It turns out it’s tricky to troubleshoot a 1980s computer that zoomed around the Earth hundreds of miles above our heads.
NASA spent over a week assessing a computer problem that posed the venerable Hubble Space Telescope hors de combat June 13 and that could force the spacecraft to switch to a standby computer. Currently, current tests indicate that the problem the team has identified so far may not be the cause of the computer problems, according to the agency’s update.
“After running tests on multiple modules of the computer’s memory, the results indicate that the problem may have been caused by other hardware in the computer, and memory errors were just a symptom,” NASA officials wrote. statement published on Tuesday (June 22nd).
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Although the original anomaly suggested that the memory module was degrading, the team now suspects that the root of the problem may be in the computer’s central processing module or in the connection of this unit to the interface hardware.
Right now, added in the statement, the team is developing tests to more confidently identify the problem; these tests “will be carried out in the next few days.”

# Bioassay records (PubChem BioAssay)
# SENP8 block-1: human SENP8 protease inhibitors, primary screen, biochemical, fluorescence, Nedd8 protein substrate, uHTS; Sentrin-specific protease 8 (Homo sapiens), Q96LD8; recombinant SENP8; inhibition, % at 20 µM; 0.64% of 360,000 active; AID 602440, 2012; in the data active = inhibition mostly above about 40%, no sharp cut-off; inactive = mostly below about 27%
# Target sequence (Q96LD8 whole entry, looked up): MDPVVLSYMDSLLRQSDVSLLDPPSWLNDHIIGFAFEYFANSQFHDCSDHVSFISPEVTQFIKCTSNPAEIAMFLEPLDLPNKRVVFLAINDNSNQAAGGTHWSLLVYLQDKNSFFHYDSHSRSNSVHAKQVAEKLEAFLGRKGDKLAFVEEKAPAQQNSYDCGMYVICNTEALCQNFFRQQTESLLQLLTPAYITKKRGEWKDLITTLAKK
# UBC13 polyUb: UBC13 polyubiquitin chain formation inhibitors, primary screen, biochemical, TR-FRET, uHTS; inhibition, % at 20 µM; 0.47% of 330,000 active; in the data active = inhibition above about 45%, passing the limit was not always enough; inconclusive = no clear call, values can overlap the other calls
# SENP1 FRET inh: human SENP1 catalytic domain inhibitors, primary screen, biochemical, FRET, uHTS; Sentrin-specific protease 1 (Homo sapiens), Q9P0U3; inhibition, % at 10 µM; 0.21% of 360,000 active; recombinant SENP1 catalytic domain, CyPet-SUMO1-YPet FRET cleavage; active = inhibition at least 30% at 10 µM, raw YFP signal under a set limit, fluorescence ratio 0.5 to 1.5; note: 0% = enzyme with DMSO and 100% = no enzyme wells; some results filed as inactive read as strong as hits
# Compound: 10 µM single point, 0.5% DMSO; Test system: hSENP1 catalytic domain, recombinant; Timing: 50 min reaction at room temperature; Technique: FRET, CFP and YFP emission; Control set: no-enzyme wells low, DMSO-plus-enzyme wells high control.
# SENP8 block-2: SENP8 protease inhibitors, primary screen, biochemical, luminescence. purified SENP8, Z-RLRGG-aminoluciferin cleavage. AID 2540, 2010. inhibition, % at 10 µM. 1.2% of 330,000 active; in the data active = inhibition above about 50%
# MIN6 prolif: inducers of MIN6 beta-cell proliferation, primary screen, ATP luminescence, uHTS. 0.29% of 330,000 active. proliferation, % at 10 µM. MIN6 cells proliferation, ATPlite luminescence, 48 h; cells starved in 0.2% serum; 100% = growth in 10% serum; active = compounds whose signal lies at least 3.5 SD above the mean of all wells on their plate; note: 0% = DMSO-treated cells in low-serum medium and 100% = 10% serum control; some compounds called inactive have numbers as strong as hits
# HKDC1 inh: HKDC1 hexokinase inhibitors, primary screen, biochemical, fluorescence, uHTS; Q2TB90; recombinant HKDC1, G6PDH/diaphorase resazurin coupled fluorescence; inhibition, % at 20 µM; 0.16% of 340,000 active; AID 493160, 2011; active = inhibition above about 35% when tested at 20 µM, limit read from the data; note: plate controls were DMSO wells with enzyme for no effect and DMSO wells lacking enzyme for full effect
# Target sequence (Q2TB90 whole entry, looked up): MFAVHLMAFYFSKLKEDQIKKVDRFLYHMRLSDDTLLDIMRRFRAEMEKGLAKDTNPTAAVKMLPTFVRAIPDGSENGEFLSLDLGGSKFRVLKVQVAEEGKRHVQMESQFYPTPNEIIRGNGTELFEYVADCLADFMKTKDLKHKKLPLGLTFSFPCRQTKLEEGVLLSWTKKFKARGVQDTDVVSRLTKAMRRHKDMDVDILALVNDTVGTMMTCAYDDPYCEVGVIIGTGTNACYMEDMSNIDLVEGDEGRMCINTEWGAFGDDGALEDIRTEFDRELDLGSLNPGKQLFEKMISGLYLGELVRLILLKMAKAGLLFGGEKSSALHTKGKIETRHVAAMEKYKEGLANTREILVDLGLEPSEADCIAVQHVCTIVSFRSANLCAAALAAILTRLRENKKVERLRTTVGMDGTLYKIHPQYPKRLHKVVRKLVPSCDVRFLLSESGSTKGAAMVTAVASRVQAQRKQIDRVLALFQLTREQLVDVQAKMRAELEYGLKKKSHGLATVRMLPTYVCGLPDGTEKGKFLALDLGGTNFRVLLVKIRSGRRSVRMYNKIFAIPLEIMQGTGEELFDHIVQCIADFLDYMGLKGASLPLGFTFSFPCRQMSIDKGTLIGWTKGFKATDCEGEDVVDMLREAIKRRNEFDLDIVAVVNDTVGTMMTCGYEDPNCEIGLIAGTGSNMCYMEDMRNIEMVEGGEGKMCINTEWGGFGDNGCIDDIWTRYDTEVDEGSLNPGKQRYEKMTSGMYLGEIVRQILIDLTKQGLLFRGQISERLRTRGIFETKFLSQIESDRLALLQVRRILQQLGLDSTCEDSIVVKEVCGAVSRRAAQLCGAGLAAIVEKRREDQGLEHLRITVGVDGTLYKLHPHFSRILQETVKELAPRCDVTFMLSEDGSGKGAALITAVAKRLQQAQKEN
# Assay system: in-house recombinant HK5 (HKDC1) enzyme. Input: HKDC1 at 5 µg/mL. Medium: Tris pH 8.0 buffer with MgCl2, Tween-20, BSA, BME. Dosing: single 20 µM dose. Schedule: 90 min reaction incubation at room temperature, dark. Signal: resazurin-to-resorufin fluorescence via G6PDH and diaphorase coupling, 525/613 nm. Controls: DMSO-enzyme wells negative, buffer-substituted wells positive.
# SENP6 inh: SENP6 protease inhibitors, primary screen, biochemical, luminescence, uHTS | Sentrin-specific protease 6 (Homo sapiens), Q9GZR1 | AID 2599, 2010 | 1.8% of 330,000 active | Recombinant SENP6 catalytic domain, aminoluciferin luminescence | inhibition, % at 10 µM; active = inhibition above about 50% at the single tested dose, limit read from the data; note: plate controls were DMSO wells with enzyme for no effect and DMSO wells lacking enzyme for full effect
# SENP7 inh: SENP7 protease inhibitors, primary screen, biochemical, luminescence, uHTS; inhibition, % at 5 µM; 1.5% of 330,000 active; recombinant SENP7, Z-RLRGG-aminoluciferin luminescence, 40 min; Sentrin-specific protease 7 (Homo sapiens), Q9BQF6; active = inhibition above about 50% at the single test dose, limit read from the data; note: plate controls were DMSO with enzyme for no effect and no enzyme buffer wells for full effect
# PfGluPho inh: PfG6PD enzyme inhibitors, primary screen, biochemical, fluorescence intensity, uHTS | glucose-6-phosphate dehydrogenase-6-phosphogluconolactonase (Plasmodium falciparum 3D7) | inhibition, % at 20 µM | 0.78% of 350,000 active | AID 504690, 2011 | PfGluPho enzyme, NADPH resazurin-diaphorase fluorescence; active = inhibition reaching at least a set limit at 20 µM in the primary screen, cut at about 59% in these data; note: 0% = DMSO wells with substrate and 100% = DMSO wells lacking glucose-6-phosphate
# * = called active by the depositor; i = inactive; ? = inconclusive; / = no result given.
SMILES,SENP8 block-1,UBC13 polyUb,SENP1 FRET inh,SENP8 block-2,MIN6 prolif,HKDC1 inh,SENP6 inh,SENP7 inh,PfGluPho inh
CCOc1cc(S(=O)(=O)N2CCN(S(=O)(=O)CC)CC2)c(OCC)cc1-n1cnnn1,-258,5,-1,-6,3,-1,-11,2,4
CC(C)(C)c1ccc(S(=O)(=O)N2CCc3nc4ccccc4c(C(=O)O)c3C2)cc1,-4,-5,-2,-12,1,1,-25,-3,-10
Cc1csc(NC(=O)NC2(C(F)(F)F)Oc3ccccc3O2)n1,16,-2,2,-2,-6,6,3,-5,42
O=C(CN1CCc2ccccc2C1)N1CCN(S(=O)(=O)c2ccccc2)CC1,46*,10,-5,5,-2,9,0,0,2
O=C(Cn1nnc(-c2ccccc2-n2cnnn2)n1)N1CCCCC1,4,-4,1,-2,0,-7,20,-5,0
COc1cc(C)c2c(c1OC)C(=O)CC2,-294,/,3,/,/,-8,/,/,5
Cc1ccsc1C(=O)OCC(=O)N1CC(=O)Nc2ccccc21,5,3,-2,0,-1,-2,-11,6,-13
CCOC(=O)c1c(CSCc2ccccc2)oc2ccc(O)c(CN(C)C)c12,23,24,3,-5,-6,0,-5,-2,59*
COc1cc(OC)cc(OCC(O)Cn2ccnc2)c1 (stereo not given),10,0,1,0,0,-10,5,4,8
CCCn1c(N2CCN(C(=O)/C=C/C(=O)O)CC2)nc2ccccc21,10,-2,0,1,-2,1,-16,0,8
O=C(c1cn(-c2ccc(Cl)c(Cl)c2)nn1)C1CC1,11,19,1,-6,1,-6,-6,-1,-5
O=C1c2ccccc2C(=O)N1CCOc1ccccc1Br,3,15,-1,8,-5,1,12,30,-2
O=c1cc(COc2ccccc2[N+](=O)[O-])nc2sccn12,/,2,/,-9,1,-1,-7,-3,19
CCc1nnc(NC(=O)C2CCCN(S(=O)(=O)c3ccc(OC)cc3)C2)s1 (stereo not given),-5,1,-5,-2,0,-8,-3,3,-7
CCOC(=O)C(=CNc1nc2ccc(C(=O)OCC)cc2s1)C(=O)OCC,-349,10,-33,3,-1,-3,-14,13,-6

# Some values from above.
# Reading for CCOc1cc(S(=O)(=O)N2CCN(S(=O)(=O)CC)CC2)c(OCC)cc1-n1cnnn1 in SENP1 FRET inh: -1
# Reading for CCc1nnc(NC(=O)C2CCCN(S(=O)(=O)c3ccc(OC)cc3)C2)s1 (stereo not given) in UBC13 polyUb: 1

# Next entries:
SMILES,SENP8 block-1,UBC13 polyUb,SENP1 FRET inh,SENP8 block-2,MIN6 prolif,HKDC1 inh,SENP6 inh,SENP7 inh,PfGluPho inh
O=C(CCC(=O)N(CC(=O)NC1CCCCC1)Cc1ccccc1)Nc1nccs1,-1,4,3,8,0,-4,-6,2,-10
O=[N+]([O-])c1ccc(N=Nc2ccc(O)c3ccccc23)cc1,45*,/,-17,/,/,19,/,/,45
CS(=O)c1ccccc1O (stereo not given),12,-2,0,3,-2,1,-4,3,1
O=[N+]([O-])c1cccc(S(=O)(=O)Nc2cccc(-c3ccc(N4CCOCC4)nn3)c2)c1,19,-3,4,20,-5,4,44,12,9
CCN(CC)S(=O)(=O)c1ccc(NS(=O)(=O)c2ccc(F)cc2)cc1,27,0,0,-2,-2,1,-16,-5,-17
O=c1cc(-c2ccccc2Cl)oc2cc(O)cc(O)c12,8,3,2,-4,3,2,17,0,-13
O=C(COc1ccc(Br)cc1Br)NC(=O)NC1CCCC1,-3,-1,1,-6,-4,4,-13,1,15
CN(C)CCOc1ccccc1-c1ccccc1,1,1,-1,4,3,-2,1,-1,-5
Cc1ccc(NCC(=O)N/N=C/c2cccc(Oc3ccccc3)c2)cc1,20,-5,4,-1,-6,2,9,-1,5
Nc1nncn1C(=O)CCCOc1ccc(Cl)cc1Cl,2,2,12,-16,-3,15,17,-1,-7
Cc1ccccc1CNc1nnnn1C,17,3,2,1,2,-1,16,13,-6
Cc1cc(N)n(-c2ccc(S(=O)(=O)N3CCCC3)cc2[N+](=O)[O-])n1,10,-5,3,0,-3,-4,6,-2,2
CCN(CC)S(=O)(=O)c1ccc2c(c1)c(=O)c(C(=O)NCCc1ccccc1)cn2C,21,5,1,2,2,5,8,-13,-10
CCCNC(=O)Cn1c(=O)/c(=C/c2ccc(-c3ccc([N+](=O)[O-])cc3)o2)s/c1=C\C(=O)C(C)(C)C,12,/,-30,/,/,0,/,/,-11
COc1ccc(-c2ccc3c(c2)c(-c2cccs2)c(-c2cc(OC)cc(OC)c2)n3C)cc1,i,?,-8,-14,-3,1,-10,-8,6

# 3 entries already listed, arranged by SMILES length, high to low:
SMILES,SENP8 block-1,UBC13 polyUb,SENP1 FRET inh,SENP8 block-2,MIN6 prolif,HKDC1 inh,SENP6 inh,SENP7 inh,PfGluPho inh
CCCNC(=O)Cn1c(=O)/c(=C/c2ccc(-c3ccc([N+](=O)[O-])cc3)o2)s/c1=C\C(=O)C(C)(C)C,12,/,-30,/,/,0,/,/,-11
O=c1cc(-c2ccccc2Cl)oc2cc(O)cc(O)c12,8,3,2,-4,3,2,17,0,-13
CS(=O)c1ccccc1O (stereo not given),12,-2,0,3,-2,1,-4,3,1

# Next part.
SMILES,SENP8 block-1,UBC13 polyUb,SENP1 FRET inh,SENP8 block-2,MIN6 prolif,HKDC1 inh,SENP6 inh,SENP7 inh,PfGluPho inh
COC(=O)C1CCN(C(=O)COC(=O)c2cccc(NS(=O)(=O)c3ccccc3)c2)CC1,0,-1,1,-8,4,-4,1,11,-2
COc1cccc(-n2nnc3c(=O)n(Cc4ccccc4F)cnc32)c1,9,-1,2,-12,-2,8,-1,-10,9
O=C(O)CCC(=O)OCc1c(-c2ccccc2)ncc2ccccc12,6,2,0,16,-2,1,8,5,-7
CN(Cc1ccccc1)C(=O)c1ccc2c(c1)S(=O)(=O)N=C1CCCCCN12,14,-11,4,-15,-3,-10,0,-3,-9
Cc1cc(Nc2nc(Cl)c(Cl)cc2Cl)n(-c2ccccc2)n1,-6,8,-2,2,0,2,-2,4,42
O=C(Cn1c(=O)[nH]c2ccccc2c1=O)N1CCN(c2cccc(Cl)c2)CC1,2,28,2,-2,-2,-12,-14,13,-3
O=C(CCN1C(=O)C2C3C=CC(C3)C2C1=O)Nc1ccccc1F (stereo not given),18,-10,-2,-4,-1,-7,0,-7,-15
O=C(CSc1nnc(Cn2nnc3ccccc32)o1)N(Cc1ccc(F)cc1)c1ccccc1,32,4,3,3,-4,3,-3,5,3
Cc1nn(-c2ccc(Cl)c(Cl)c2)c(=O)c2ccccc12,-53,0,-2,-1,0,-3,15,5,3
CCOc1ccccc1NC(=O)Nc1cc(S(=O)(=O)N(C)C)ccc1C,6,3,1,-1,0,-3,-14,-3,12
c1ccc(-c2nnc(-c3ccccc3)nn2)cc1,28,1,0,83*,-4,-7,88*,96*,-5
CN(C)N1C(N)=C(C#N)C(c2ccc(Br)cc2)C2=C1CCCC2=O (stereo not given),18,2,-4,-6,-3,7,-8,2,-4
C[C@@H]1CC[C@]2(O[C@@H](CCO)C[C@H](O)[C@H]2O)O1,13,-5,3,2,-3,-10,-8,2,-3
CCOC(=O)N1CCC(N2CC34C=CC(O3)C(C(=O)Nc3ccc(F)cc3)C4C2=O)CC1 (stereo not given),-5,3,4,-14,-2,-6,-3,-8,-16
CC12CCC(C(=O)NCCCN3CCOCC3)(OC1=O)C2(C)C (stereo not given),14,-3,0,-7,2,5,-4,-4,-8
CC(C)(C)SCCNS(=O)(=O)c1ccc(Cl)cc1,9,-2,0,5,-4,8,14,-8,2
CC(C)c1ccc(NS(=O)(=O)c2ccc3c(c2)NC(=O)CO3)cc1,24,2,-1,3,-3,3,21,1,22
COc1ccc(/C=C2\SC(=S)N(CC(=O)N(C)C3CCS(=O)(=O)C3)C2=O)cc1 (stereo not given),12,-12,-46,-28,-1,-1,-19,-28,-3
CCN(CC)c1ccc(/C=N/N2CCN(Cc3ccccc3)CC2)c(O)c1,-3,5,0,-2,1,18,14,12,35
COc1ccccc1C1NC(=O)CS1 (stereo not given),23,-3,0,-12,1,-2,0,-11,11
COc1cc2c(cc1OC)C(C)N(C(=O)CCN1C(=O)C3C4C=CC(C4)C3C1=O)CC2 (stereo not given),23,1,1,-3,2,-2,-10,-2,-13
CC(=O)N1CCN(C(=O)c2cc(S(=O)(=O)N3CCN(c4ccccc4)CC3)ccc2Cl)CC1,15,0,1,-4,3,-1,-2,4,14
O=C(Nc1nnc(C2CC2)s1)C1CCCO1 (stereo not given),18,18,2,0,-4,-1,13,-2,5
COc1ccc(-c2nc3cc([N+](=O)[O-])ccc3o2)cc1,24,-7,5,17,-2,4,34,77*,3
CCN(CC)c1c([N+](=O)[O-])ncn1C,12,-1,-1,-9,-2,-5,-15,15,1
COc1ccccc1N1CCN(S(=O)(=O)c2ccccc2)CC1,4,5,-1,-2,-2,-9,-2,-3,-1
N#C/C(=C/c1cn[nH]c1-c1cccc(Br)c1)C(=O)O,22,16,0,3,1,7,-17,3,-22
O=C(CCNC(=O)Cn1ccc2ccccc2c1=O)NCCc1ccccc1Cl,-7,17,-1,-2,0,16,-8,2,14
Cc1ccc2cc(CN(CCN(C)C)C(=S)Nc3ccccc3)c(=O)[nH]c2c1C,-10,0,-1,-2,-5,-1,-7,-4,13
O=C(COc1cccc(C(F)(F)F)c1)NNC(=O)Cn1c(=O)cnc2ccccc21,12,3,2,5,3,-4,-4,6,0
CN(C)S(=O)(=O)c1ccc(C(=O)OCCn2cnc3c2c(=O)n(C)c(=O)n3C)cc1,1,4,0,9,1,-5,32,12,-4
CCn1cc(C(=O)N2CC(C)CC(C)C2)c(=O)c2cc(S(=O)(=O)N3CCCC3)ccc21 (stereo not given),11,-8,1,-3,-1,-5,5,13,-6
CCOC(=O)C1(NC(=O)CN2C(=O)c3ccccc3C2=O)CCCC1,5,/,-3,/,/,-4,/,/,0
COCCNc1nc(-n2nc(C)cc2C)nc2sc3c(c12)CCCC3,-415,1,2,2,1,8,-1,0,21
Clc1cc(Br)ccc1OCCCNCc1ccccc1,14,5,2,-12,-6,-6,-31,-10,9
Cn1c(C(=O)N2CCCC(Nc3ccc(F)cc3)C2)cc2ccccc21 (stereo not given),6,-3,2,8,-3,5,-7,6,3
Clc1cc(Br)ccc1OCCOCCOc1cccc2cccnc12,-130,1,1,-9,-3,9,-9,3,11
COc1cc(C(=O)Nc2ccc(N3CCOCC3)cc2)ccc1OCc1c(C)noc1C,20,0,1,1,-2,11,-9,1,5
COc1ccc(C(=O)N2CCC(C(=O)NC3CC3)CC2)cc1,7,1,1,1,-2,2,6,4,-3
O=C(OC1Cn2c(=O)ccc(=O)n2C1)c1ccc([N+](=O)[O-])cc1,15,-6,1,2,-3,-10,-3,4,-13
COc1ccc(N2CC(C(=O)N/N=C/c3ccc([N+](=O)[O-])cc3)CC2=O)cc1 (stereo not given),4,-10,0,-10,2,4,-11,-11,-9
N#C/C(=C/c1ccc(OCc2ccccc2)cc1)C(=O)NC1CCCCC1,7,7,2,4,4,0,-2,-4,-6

In a statement, NASA said the team has yet to give up hope of reviving the main payload computer, but lays out a plan in case the feat cannot be met. The telescope is equipped with a backup computer, which, like the main unit, was installed in 2009 during the last operation. astronaut service mission but has not been used since.
“The standby computer has not been turned on since it was installed in 2009; however, it has been extensively tested on the ground before being installed on a spacecraft, ”NASA officials said in a statement.
If a team is forced to turn to a backup device, Hubble will switch to the central processor and interface equipment of this device. NASA noted that switching computers will not affect access to four memory modules on the spacecraft.
Astronauts deployed the Hubble Space Telescope from Space Shuttle Discovery on April 25, 1990; five crews of astronauts later visited the spacecraft in orbit to repair and modernization technologies and tools on board. However, NASA can no longer send such missions to repair the telescope, as they relied on the agency’s space shuttle fleet, which retired in 2011.
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